Ghost stories are fun to hear and fun to tell, especially at this time of year, but are they truth or are they fiction? Scoff if you like, but according to some studies, approximately one in five people believe they have seen a ghost, and a Harris Poll conducted five years ago found that more Americans believe in ghosts than don’t.
Me, I’ve been on both sides of this issue. I once worked for a research foundation in New York which funded studies on UFOs and paranormal activity with a hard-line skeptical attitude: “Prove it.” Many grant recipients did, at least by presenting evidence of anomalous experiences that could not be explained in standard scientific terms. Others didn’t. In my own life, I’ve seen ghostly apparitions debunked, but I’ve also felt some things – extraordinary things – that are hard to explain. Let’s just say I don’t mention those things on most job interviews.
Whether you go in as a true believer, a skeptic or a fun-loving thrill seeker, a good ghost hunt will almost always lead you to some old, creepy place that is dark and dilapidated. Often you will find yourself surrounded by real physical dangers, like rotten floorboards, big spiders, rusty nails and angry vagrants. For this reason, the first rule of ghost hunting is to never go it alone. The second rule is to bring a camera or voice recorder just in case an “orb” or other evidence of a discarnate entity presents itself.
So, where to start in Nevada? According to The History Channel and paranormal investigator Janice Oberding, Las Vegas is a “hot zone” of cold spots, unsettled spirits and well documented anomalous experiences.
One of the spookiest places is right on the Strip, at the old MGM Grand Hotel. Renamed “Bally’s” shortly after a gas explosion in 1980 killed 87 people and seriously injured hundreds more, the building is the site of one of the worst hotel fires in history. Walking across the casino floor late at night, or staying in the tower where so many people died of smoke inhalation, still spooks many employees and guests on a regular basis. Although the hotel has been remodeled at least three times since the fire, voices, cries for help and even the occasional apparition are still reported almost 30 years later. The fireball from the explosion of underground gas tanks is estimated to have ripped across the ground floor of the casino in only nine seconds. It was so hot that it charred some unlucky gamblers instantly, leaving a few with their hands still clutching the slot machine levers or holding their drinks. It’s easy to understand that some spirit might have a parting wish or message to share when the crowds thin down.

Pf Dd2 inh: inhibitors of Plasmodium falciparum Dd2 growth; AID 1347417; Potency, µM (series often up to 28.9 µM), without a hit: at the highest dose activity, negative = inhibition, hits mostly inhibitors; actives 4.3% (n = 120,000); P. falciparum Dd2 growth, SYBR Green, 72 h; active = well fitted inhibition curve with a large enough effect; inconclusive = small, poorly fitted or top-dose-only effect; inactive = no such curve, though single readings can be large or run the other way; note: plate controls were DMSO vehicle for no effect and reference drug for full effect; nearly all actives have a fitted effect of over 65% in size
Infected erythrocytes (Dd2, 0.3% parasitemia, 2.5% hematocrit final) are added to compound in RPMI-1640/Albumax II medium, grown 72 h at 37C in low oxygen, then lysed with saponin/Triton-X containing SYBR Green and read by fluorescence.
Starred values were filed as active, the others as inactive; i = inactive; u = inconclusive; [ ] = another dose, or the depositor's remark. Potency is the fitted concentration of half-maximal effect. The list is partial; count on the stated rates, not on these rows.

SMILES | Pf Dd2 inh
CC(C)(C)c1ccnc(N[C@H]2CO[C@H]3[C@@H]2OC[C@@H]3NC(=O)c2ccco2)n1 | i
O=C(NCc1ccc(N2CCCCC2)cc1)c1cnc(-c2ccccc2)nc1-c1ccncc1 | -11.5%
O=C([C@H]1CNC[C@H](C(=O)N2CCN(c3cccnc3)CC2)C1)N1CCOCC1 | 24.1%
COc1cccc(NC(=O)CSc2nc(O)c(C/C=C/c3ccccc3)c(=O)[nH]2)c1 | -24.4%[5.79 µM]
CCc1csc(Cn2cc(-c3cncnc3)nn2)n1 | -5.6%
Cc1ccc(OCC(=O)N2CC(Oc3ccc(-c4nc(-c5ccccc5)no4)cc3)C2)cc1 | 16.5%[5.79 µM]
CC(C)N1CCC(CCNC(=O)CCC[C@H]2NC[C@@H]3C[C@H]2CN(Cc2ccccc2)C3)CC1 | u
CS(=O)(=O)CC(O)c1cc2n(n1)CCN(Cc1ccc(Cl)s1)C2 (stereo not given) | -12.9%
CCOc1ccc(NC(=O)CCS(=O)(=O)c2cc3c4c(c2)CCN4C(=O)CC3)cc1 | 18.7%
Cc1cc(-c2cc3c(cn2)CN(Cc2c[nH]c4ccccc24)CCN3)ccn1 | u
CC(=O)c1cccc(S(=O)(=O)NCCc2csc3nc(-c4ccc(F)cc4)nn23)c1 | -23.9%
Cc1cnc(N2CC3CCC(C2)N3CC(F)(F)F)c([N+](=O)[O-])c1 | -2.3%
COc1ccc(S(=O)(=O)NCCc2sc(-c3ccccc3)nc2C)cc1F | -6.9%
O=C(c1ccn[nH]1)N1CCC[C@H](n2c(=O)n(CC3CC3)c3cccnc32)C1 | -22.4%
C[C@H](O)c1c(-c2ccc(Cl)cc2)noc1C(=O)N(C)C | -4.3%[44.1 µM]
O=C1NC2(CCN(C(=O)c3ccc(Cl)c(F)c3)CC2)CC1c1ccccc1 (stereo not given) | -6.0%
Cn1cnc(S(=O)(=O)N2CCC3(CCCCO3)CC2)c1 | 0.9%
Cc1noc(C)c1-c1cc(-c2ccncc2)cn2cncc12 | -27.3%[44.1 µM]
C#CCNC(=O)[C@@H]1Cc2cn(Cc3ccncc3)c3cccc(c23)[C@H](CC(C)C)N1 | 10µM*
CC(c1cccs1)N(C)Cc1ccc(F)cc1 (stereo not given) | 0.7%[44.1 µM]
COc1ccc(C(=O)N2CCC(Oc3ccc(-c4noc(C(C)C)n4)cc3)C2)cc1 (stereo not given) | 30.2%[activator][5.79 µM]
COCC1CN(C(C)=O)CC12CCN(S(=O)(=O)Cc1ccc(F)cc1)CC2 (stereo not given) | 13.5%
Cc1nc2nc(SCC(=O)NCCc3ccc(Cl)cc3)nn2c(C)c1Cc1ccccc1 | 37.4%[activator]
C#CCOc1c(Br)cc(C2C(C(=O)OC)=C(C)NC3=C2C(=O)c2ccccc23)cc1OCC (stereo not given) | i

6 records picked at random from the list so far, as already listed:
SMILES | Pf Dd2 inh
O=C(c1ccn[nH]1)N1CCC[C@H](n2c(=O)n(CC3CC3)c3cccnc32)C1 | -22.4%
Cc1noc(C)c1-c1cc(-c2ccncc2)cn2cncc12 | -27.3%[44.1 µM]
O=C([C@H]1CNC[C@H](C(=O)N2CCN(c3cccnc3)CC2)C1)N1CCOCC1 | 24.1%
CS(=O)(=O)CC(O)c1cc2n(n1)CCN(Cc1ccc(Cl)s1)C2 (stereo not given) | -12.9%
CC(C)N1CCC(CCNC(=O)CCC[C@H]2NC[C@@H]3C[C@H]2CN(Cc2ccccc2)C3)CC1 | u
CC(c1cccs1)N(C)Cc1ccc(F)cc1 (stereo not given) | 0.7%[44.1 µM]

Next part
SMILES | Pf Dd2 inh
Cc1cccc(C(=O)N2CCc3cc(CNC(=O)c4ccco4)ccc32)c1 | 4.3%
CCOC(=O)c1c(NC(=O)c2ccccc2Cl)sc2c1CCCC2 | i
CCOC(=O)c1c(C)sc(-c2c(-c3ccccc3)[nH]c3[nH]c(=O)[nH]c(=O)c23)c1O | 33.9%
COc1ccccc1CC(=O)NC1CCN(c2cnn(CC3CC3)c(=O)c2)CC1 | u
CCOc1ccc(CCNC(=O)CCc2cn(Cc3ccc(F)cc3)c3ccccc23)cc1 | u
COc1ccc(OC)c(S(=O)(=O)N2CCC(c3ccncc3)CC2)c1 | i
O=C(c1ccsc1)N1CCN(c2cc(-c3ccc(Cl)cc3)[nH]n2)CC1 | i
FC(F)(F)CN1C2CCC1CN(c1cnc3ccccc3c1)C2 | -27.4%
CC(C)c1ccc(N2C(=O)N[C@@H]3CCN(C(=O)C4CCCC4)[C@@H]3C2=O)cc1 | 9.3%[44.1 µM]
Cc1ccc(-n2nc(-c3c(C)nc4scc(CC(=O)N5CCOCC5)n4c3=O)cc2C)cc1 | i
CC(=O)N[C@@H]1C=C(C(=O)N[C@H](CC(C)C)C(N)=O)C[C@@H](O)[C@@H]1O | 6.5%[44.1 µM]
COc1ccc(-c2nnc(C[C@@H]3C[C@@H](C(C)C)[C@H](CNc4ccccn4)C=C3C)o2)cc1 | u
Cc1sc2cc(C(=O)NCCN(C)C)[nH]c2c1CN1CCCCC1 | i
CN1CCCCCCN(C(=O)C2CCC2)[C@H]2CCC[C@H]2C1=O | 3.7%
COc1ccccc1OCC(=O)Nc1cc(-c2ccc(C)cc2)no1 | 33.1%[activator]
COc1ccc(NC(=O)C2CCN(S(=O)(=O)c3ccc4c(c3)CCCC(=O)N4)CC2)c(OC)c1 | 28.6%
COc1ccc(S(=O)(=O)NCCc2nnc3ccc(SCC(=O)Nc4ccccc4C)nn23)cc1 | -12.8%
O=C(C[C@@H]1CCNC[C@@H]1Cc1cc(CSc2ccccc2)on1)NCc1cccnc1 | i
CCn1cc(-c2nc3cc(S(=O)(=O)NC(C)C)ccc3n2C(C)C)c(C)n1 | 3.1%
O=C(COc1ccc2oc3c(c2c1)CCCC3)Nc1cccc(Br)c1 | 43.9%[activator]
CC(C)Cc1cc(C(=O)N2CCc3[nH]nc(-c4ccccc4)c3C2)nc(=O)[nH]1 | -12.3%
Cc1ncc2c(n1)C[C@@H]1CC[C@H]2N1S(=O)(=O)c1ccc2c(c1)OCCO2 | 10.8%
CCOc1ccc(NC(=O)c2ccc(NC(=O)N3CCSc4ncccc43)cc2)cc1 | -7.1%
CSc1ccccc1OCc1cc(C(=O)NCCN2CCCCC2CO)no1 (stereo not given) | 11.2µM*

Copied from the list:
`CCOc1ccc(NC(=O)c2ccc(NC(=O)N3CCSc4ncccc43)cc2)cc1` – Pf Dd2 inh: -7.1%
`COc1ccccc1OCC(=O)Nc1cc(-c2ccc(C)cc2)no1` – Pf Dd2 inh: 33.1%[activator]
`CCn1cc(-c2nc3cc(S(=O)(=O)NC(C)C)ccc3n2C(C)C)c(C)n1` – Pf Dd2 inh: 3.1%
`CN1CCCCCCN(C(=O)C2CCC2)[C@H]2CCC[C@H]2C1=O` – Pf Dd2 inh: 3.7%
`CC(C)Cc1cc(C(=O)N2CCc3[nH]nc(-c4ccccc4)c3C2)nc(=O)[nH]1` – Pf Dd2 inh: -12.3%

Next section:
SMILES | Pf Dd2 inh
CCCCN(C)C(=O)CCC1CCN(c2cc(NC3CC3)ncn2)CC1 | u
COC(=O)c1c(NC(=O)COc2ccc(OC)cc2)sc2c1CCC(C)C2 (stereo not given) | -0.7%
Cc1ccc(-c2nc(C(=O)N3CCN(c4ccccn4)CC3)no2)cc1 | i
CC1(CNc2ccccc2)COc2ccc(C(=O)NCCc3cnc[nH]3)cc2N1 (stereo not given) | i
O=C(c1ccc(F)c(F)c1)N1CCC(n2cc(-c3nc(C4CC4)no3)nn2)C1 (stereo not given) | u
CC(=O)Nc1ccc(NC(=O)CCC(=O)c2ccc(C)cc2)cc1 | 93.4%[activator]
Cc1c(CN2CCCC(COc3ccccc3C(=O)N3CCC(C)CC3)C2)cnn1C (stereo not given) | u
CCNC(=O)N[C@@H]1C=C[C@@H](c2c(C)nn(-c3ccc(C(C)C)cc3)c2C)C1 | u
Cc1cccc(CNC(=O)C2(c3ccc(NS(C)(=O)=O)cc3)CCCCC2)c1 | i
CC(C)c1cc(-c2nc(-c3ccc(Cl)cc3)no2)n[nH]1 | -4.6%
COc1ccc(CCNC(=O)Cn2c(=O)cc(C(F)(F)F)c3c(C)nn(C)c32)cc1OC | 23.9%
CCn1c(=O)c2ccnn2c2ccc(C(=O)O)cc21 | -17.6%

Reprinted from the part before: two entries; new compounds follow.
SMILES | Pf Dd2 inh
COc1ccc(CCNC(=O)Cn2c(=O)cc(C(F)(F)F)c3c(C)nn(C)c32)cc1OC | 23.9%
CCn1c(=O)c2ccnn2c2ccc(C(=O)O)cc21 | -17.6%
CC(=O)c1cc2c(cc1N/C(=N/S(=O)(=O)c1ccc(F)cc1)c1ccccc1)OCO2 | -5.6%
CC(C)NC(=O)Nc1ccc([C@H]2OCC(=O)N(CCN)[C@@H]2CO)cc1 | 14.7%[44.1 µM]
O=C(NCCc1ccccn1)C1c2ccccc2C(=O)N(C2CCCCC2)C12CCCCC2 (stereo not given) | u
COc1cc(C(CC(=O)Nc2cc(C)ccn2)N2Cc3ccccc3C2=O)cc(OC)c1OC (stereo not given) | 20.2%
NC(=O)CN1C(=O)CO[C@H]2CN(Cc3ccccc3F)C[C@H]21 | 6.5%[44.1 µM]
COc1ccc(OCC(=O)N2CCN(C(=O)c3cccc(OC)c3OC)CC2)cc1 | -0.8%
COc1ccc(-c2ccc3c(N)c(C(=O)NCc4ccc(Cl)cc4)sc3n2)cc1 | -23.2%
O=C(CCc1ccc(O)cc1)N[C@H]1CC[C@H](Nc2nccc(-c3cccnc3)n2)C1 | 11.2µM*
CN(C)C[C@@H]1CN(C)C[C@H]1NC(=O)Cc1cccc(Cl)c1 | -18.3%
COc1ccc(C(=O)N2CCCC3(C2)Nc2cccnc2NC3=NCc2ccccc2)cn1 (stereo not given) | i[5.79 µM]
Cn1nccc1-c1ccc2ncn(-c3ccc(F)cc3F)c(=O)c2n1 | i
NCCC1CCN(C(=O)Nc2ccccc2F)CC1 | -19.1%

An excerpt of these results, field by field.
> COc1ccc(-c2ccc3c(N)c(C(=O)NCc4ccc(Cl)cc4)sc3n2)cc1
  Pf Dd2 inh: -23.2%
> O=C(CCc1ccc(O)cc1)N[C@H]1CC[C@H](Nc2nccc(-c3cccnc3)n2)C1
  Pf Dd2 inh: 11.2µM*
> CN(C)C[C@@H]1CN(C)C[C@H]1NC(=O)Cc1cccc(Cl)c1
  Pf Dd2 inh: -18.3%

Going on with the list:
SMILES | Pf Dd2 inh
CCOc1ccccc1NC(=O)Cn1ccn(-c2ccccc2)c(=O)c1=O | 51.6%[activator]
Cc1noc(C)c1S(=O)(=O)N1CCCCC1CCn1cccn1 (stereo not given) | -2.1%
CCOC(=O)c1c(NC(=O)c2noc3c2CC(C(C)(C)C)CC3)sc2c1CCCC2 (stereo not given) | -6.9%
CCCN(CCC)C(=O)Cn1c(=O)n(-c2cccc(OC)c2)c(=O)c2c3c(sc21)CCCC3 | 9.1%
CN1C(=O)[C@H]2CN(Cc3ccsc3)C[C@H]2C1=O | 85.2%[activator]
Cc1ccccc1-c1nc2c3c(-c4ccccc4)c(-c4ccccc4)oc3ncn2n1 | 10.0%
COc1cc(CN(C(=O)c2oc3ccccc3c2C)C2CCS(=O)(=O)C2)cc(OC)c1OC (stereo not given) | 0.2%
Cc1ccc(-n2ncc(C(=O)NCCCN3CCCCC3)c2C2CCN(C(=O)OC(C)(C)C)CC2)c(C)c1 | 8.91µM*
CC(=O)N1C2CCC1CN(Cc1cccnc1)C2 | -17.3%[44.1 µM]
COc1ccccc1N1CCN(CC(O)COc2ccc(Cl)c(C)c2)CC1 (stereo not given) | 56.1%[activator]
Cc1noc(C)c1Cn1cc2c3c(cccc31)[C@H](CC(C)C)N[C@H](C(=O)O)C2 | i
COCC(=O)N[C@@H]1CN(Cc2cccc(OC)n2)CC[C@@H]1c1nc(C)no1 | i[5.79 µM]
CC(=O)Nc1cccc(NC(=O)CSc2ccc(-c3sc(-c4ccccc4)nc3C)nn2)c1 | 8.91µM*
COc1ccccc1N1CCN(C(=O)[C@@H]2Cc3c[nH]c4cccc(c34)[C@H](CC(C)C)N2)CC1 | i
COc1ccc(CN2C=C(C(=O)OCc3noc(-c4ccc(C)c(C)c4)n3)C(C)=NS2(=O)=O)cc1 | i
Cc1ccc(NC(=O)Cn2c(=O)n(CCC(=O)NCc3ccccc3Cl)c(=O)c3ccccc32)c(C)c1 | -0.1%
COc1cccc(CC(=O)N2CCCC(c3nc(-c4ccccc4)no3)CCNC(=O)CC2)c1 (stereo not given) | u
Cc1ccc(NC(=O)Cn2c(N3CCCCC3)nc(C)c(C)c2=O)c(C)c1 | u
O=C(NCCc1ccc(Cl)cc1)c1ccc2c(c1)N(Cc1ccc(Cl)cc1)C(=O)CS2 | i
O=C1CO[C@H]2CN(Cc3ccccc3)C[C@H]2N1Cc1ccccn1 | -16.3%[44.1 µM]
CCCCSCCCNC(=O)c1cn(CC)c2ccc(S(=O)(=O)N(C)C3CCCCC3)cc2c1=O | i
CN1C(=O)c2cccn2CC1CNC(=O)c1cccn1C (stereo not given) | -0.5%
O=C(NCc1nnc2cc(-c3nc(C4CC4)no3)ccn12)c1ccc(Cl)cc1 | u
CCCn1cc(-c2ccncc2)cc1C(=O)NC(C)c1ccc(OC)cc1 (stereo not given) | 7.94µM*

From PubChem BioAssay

Another spooky spot is Sunset Park on Eastern Avenue, where more than 200 bodies were left in the ground when an old cemetery was converted into a public recreation area in the 1950s. Another is the area around the Stratosphere Hotel and Casino, at the north end of the Strip. I’ve always had an uneasy feeling there, perhaps because several people have jumped to their deaths from the observation deck and upper rooms of the hotel (the windows are not sealed shut). Like the gamblers at the old MGM Grand, these spirits may have nowhere else to go, so they linger. Sometimes, what happens in Vegas, stays and stays and stays in Vegas, which is what makes Sin City such an attractive town for avid ghost hunters.
Not all ghost stories in Vegas are quite so grisly, though; some, not surprisingly, feature a celebrity appearance. Liberace is said to haunt Tivoli Gardens as well as his namesake museum with a kind and whimsical spirit. The audacious performer is also known to visit Carlucci’s, his favorite restaurant, and, along with Elvis, the Las Vegas Hilton, where stagehands report hearing distant laughter, singing and the occasional relocation of tools (some sort of ectoplasmic practical joke, apparently). Wayne Newton, in his autobiography, also mentions seeing Elvis’ friendly ghost at the Hilton. And although Bugsy Siegel met his bloody end in Beverly Hills, his ghost is said to happily roam the gardens and the Presidential Suite at the Flamingo, in company with his beautiful red-headed girlfriend Virginia Hill, whose pink, sunburned legs inspired the name of the hotel.
A fun way to get acquainted with the most famous Vegas haunts is to take the Haunted Vegas Tour; tickets cost about $65 per person for the 2.5-hour bus tour around town, but keep your eyes open for periodic two-for-one coupons in coupon books around town. Janice Oberding’s Web site HauntedNevada.com is a good starting point for research on haunted places, as is the Ghost Research Society, which offers many practical tips, guides and advice on ghost hunting.
If you are interested in hunting a few ghosts yourself, take a look at the Unofficial Ghost Hunter’s Code first. You may not agree with all 25 statements that make up the code, but they make for interesting reading and might prove useful when you’re out in the field on a spooky night with nothing but a flashlight, a camera and a funny feeling that you’re not alone.
Of particular note for anyone interested in the paranormal and the occult is Sin City Para Con, a conference on the paranormal to be held right here in the least normal city in the U.S., from Oct. 23 through Oct. 26 at the Plaza Hotel. It might look like it’s going to be a freak show from the lineup of speakers and performers, but amid all the self-promotion you’re sure to find someone – or something – that will raise the hairs on the back of your neck!